Multidisciplinary Design Optimization of a Strut-Braced Wing Aircraft
The objective of this study is to use Multidisciplinary Design Optimization (MDO) to investigate the use of truss-braced wing concepts in concert with other advanced technologies to obtain a significant improvement in the performance of transonic transport aircraft. The truss topology introduces several opportunities. A higher aspect ratio and decreased wing thickness can be achieved without an increase in wing weight relative to a cantilever wing. The reduction in thickness allows the wing sweep to be reduced without incurring a transonic wave drag penalty. The reduced wing sweep allows a larger percentage of the wing area to achieve natural laminar flow. Additionally, tip-mounted engines can be used to reduce the induced drag. The MDO approach helps the designer achieve the best technology integration by making optimum trades between competing physical effects in the design space.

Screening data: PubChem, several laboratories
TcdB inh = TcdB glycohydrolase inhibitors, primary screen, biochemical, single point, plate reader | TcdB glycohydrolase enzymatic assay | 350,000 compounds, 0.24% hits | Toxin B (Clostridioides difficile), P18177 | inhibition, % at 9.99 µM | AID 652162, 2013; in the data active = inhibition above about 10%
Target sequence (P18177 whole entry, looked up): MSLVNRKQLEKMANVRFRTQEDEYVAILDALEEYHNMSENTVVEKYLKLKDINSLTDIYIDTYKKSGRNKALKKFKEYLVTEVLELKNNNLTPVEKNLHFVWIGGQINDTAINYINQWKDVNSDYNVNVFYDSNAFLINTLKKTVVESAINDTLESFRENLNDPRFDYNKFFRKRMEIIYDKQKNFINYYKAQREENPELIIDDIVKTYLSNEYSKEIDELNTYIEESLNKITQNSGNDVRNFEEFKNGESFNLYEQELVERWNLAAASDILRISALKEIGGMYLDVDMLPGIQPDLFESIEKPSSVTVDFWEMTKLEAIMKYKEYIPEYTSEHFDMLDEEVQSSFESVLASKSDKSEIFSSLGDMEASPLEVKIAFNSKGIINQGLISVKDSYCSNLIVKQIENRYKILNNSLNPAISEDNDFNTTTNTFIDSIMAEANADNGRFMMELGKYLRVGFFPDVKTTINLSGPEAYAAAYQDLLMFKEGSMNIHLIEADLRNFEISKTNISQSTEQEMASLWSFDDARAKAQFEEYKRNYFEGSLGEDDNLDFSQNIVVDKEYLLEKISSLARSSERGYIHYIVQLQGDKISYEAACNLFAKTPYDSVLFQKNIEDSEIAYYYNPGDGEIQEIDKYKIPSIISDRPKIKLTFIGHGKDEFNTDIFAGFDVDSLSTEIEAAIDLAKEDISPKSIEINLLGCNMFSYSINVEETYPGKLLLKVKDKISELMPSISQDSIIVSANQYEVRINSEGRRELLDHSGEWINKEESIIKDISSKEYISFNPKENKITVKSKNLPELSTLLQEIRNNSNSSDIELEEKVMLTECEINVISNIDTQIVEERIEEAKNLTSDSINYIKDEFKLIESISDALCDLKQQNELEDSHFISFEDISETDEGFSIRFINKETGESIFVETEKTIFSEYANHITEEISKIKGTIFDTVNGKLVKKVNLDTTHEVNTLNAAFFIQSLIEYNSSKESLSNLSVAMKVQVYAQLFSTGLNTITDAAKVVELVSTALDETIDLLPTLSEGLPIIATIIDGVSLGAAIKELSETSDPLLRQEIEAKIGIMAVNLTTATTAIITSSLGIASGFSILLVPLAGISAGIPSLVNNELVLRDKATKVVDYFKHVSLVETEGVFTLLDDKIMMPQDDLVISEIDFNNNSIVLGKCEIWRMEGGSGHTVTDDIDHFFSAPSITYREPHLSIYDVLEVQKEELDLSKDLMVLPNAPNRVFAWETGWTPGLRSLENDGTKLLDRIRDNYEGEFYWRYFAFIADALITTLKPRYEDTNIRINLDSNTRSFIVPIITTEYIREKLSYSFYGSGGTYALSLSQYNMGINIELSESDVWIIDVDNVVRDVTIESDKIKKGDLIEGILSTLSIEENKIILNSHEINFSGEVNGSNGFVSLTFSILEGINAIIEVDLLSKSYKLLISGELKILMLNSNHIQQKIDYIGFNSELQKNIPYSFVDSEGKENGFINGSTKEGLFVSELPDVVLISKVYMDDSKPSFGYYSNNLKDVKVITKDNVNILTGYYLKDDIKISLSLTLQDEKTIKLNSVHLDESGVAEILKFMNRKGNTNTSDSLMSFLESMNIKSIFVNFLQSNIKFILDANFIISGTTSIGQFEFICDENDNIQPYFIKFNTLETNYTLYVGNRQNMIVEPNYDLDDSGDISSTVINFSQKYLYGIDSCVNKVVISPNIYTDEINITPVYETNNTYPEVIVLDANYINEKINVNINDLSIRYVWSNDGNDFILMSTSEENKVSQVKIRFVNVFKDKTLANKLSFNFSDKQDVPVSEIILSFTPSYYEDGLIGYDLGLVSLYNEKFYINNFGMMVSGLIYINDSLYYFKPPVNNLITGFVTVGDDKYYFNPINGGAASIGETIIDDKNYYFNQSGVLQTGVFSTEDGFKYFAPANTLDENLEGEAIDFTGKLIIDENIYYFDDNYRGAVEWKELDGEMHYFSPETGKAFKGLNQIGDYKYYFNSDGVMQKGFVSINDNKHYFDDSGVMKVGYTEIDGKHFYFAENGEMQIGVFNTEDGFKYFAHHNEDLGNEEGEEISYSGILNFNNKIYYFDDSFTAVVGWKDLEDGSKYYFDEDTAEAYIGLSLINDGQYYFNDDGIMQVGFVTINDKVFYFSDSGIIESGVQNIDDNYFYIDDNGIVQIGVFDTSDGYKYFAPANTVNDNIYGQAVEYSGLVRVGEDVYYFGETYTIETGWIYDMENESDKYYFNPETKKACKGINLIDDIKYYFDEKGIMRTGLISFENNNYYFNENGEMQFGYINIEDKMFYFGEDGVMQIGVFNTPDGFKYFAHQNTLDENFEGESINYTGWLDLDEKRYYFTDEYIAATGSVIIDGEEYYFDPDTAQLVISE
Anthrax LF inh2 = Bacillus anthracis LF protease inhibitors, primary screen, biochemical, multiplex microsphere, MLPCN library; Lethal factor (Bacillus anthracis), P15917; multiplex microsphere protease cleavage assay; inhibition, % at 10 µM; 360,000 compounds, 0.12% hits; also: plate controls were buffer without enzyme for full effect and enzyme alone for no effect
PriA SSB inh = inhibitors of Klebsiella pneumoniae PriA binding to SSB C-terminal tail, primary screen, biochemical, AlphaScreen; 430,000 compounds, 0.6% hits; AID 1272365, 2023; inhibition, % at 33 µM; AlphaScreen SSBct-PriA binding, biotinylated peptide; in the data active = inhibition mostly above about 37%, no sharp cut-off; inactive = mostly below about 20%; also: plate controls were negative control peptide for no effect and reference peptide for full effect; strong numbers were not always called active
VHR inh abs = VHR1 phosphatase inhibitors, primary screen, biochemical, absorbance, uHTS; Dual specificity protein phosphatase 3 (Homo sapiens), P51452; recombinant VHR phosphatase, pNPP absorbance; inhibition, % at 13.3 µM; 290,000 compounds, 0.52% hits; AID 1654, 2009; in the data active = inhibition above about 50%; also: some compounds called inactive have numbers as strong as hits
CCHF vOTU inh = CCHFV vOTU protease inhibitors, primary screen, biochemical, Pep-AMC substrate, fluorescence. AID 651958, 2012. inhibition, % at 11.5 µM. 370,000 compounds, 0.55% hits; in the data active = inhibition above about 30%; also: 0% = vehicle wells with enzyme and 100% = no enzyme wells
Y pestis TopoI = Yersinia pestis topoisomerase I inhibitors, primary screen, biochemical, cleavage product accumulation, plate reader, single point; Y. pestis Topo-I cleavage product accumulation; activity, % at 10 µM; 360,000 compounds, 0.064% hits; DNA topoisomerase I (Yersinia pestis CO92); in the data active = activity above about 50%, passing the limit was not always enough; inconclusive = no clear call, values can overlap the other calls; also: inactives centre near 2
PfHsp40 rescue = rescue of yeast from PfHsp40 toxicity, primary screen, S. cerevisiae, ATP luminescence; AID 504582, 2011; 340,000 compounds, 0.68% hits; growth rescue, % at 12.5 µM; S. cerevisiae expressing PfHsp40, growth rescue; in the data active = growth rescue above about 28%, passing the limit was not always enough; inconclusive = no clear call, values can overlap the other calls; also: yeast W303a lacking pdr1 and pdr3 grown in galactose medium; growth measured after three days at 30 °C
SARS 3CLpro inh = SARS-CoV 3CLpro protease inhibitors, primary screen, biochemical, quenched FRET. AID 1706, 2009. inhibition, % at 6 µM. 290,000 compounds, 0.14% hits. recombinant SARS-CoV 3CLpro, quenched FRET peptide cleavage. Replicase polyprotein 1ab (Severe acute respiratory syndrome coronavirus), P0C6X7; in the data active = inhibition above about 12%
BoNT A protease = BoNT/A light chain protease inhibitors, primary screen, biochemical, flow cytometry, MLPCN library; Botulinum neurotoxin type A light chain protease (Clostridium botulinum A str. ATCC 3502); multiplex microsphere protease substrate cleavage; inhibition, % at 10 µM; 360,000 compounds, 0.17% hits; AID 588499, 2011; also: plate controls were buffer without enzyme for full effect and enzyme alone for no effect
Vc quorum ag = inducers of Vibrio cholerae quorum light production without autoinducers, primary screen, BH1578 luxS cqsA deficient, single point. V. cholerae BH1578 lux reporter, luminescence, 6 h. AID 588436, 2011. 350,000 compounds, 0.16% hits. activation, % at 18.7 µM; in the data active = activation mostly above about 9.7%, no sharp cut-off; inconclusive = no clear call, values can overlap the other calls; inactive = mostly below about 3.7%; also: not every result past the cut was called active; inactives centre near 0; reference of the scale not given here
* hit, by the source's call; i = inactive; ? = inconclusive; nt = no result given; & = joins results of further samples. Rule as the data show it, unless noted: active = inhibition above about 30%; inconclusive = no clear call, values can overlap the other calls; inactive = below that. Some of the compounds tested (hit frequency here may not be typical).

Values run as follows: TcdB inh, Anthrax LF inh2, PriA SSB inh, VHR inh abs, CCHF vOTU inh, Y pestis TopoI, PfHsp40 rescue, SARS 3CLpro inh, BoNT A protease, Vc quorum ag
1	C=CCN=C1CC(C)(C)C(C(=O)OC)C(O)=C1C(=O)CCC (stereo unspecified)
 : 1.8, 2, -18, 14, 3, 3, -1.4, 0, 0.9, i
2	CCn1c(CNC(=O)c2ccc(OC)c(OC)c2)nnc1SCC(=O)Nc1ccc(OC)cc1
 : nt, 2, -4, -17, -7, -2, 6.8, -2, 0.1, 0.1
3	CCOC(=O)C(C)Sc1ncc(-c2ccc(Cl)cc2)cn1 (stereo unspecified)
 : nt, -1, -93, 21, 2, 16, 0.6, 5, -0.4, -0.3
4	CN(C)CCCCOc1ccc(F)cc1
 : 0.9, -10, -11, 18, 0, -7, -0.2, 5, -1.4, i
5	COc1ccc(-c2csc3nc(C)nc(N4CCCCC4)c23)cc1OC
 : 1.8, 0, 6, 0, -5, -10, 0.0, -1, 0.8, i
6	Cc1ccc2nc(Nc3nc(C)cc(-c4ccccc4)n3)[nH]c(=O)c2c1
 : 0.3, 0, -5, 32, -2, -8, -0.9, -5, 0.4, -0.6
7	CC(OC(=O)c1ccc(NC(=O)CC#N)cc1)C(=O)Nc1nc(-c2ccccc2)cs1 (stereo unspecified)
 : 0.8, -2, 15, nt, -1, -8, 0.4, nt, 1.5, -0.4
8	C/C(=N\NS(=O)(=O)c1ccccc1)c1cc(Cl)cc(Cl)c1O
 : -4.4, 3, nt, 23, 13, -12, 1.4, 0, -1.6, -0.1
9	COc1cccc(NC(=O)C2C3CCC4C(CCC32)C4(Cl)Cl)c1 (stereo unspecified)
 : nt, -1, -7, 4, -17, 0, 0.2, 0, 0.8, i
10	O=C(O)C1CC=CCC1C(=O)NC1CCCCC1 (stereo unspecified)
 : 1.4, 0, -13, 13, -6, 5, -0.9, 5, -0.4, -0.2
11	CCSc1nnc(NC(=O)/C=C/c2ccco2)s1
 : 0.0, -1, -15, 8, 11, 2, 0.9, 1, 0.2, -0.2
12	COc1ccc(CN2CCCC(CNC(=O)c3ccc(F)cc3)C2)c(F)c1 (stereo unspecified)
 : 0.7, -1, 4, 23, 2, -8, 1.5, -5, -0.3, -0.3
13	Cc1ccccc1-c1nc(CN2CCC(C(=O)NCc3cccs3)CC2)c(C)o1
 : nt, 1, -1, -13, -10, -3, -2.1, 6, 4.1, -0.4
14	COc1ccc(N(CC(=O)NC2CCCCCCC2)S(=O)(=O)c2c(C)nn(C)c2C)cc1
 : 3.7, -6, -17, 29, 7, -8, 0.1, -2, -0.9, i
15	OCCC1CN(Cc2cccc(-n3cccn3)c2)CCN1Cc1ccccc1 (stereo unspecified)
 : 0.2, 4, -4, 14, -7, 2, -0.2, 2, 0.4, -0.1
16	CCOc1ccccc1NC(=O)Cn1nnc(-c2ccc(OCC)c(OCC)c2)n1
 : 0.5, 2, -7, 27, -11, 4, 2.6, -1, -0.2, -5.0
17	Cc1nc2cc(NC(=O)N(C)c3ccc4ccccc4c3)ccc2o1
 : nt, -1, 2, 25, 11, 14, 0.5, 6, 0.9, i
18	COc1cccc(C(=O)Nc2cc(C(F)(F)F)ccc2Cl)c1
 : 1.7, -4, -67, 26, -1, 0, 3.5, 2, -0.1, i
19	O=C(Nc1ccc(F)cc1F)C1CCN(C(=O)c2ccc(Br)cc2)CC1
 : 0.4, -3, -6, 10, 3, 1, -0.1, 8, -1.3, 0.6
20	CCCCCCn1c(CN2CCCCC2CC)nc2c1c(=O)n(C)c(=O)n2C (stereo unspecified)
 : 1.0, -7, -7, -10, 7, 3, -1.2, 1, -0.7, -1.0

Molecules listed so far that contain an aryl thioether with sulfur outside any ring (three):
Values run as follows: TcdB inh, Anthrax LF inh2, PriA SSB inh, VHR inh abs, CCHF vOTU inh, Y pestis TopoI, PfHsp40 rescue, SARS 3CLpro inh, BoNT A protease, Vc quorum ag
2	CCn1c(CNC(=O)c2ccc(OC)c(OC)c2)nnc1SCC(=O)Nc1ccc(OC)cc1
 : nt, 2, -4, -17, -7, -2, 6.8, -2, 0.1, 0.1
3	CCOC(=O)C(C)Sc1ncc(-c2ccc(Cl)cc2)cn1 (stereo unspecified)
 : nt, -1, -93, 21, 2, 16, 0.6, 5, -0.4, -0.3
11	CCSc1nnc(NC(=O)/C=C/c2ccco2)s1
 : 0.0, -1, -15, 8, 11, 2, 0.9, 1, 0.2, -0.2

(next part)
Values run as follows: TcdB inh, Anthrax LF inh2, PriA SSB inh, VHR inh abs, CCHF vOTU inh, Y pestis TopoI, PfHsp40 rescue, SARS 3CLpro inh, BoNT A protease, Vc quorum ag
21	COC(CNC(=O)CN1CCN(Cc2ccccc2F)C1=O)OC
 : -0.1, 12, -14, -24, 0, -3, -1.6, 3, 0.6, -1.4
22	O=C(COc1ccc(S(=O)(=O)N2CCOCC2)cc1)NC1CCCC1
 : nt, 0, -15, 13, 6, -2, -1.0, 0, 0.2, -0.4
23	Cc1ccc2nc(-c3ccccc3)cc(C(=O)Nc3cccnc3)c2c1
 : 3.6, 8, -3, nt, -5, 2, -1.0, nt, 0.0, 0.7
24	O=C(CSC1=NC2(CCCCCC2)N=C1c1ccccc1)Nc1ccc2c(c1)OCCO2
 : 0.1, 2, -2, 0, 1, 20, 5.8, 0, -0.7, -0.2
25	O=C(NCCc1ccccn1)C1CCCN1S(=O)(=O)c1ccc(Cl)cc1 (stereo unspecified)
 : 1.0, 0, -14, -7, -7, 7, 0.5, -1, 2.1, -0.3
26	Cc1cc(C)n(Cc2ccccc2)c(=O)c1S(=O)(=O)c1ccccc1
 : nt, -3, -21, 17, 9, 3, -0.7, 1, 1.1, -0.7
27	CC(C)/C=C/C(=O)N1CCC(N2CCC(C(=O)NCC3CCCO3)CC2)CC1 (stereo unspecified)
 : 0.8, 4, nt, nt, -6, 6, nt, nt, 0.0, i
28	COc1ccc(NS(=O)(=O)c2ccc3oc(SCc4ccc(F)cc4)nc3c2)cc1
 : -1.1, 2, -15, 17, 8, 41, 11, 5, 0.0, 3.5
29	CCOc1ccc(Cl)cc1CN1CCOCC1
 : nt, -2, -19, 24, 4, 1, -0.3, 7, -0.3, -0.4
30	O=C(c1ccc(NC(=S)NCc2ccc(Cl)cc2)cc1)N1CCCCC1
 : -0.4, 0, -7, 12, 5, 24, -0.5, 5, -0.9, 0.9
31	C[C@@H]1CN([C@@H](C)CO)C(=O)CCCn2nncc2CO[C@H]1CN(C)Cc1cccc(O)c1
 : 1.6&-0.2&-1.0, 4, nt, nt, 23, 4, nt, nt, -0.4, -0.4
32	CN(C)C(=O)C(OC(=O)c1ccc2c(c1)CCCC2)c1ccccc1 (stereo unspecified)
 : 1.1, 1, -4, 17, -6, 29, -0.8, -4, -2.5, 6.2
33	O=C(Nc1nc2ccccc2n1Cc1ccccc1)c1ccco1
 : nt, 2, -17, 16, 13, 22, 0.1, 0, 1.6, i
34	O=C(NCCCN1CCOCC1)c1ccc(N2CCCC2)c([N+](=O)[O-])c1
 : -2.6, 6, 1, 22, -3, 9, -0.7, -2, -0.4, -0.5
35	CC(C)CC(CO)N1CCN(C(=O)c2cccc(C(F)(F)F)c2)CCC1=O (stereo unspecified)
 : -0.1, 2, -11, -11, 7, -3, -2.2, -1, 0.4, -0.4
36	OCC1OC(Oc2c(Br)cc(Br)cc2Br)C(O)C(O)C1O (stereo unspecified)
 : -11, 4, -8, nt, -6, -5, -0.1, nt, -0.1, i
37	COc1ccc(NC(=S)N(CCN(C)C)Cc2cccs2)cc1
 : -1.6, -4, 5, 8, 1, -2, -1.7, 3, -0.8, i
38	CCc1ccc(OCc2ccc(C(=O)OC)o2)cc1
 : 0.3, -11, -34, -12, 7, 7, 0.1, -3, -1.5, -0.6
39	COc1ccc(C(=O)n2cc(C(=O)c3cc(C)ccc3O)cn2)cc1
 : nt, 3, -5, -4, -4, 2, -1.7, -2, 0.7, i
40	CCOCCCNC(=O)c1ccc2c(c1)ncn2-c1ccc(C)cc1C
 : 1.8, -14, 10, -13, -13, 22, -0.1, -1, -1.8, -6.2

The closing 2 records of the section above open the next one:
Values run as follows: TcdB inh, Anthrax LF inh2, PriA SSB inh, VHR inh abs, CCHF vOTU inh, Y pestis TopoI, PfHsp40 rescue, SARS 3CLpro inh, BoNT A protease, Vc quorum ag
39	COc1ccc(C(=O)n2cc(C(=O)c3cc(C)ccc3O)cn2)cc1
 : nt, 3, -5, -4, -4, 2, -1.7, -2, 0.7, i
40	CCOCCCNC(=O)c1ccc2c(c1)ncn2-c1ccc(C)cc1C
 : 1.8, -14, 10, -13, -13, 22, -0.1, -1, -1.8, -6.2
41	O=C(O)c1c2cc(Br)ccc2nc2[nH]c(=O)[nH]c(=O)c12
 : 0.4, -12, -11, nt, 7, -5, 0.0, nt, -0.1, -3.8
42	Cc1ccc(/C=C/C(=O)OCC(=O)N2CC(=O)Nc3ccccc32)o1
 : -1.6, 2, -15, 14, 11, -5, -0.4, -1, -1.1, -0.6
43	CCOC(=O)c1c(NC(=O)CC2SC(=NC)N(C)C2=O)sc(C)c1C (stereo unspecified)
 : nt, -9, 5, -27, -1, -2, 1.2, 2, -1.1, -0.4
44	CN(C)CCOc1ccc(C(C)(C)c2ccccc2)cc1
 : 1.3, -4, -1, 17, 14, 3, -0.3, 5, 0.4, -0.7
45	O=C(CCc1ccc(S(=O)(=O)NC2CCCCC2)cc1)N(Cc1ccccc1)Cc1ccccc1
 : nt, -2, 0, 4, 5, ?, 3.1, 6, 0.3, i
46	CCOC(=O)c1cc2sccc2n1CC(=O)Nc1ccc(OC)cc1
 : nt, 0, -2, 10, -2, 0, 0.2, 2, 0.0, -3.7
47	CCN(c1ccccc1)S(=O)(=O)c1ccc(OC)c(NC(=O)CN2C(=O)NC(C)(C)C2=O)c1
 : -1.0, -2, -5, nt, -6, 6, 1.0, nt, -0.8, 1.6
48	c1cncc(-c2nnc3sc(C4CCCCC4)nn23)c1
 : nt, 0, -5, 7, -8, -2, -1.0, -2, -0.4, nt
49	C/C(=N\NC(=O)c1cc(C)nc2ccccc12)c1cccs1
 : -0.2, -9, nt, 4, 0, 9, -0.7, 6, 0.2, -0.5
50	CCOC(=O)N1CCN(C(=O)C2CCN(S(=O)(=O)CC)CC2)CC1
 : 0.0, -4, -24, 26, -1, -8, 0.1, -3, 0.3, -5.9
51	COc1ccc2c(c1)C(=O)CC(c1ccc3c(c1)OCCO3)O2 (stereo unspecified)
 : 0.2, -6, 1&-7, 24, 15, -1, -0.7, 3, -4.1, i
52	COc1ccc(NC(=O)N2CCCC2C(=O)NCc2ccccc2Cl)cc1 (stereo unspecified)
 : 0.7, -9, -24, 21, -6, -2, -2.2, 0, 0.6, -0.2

To perform this study, a suite of approximate analysis tools was assembled into a complete, conceptual-level MDO code. A typical mission profile of the Boeing 777-200IGW was chosen as the design mission profile. This transport carries 305 passengers in mixed class seating at a cruise Mach number of 0.85 over a range of 7,380 nmi.
Several single-strut configurations were optimized for minimum takeoff gross weight, using eighteen design variables and seven constraints. The best single-strut configuration shows a 15% savings in takeoff gross weight, 29% savings in fuel weight, 28% increase in L/D, and a 41% increase in seat-miles per gallon relative to a comparable cantilever wing configuration.
In addition to the MDO work, we have proposed some innovative, unconventional arch-braced and ellipse-braced concepts. A plastic solid model of one of the novel configurations was created using the I-DEAS solid modeling software and rapid prototyping hardware.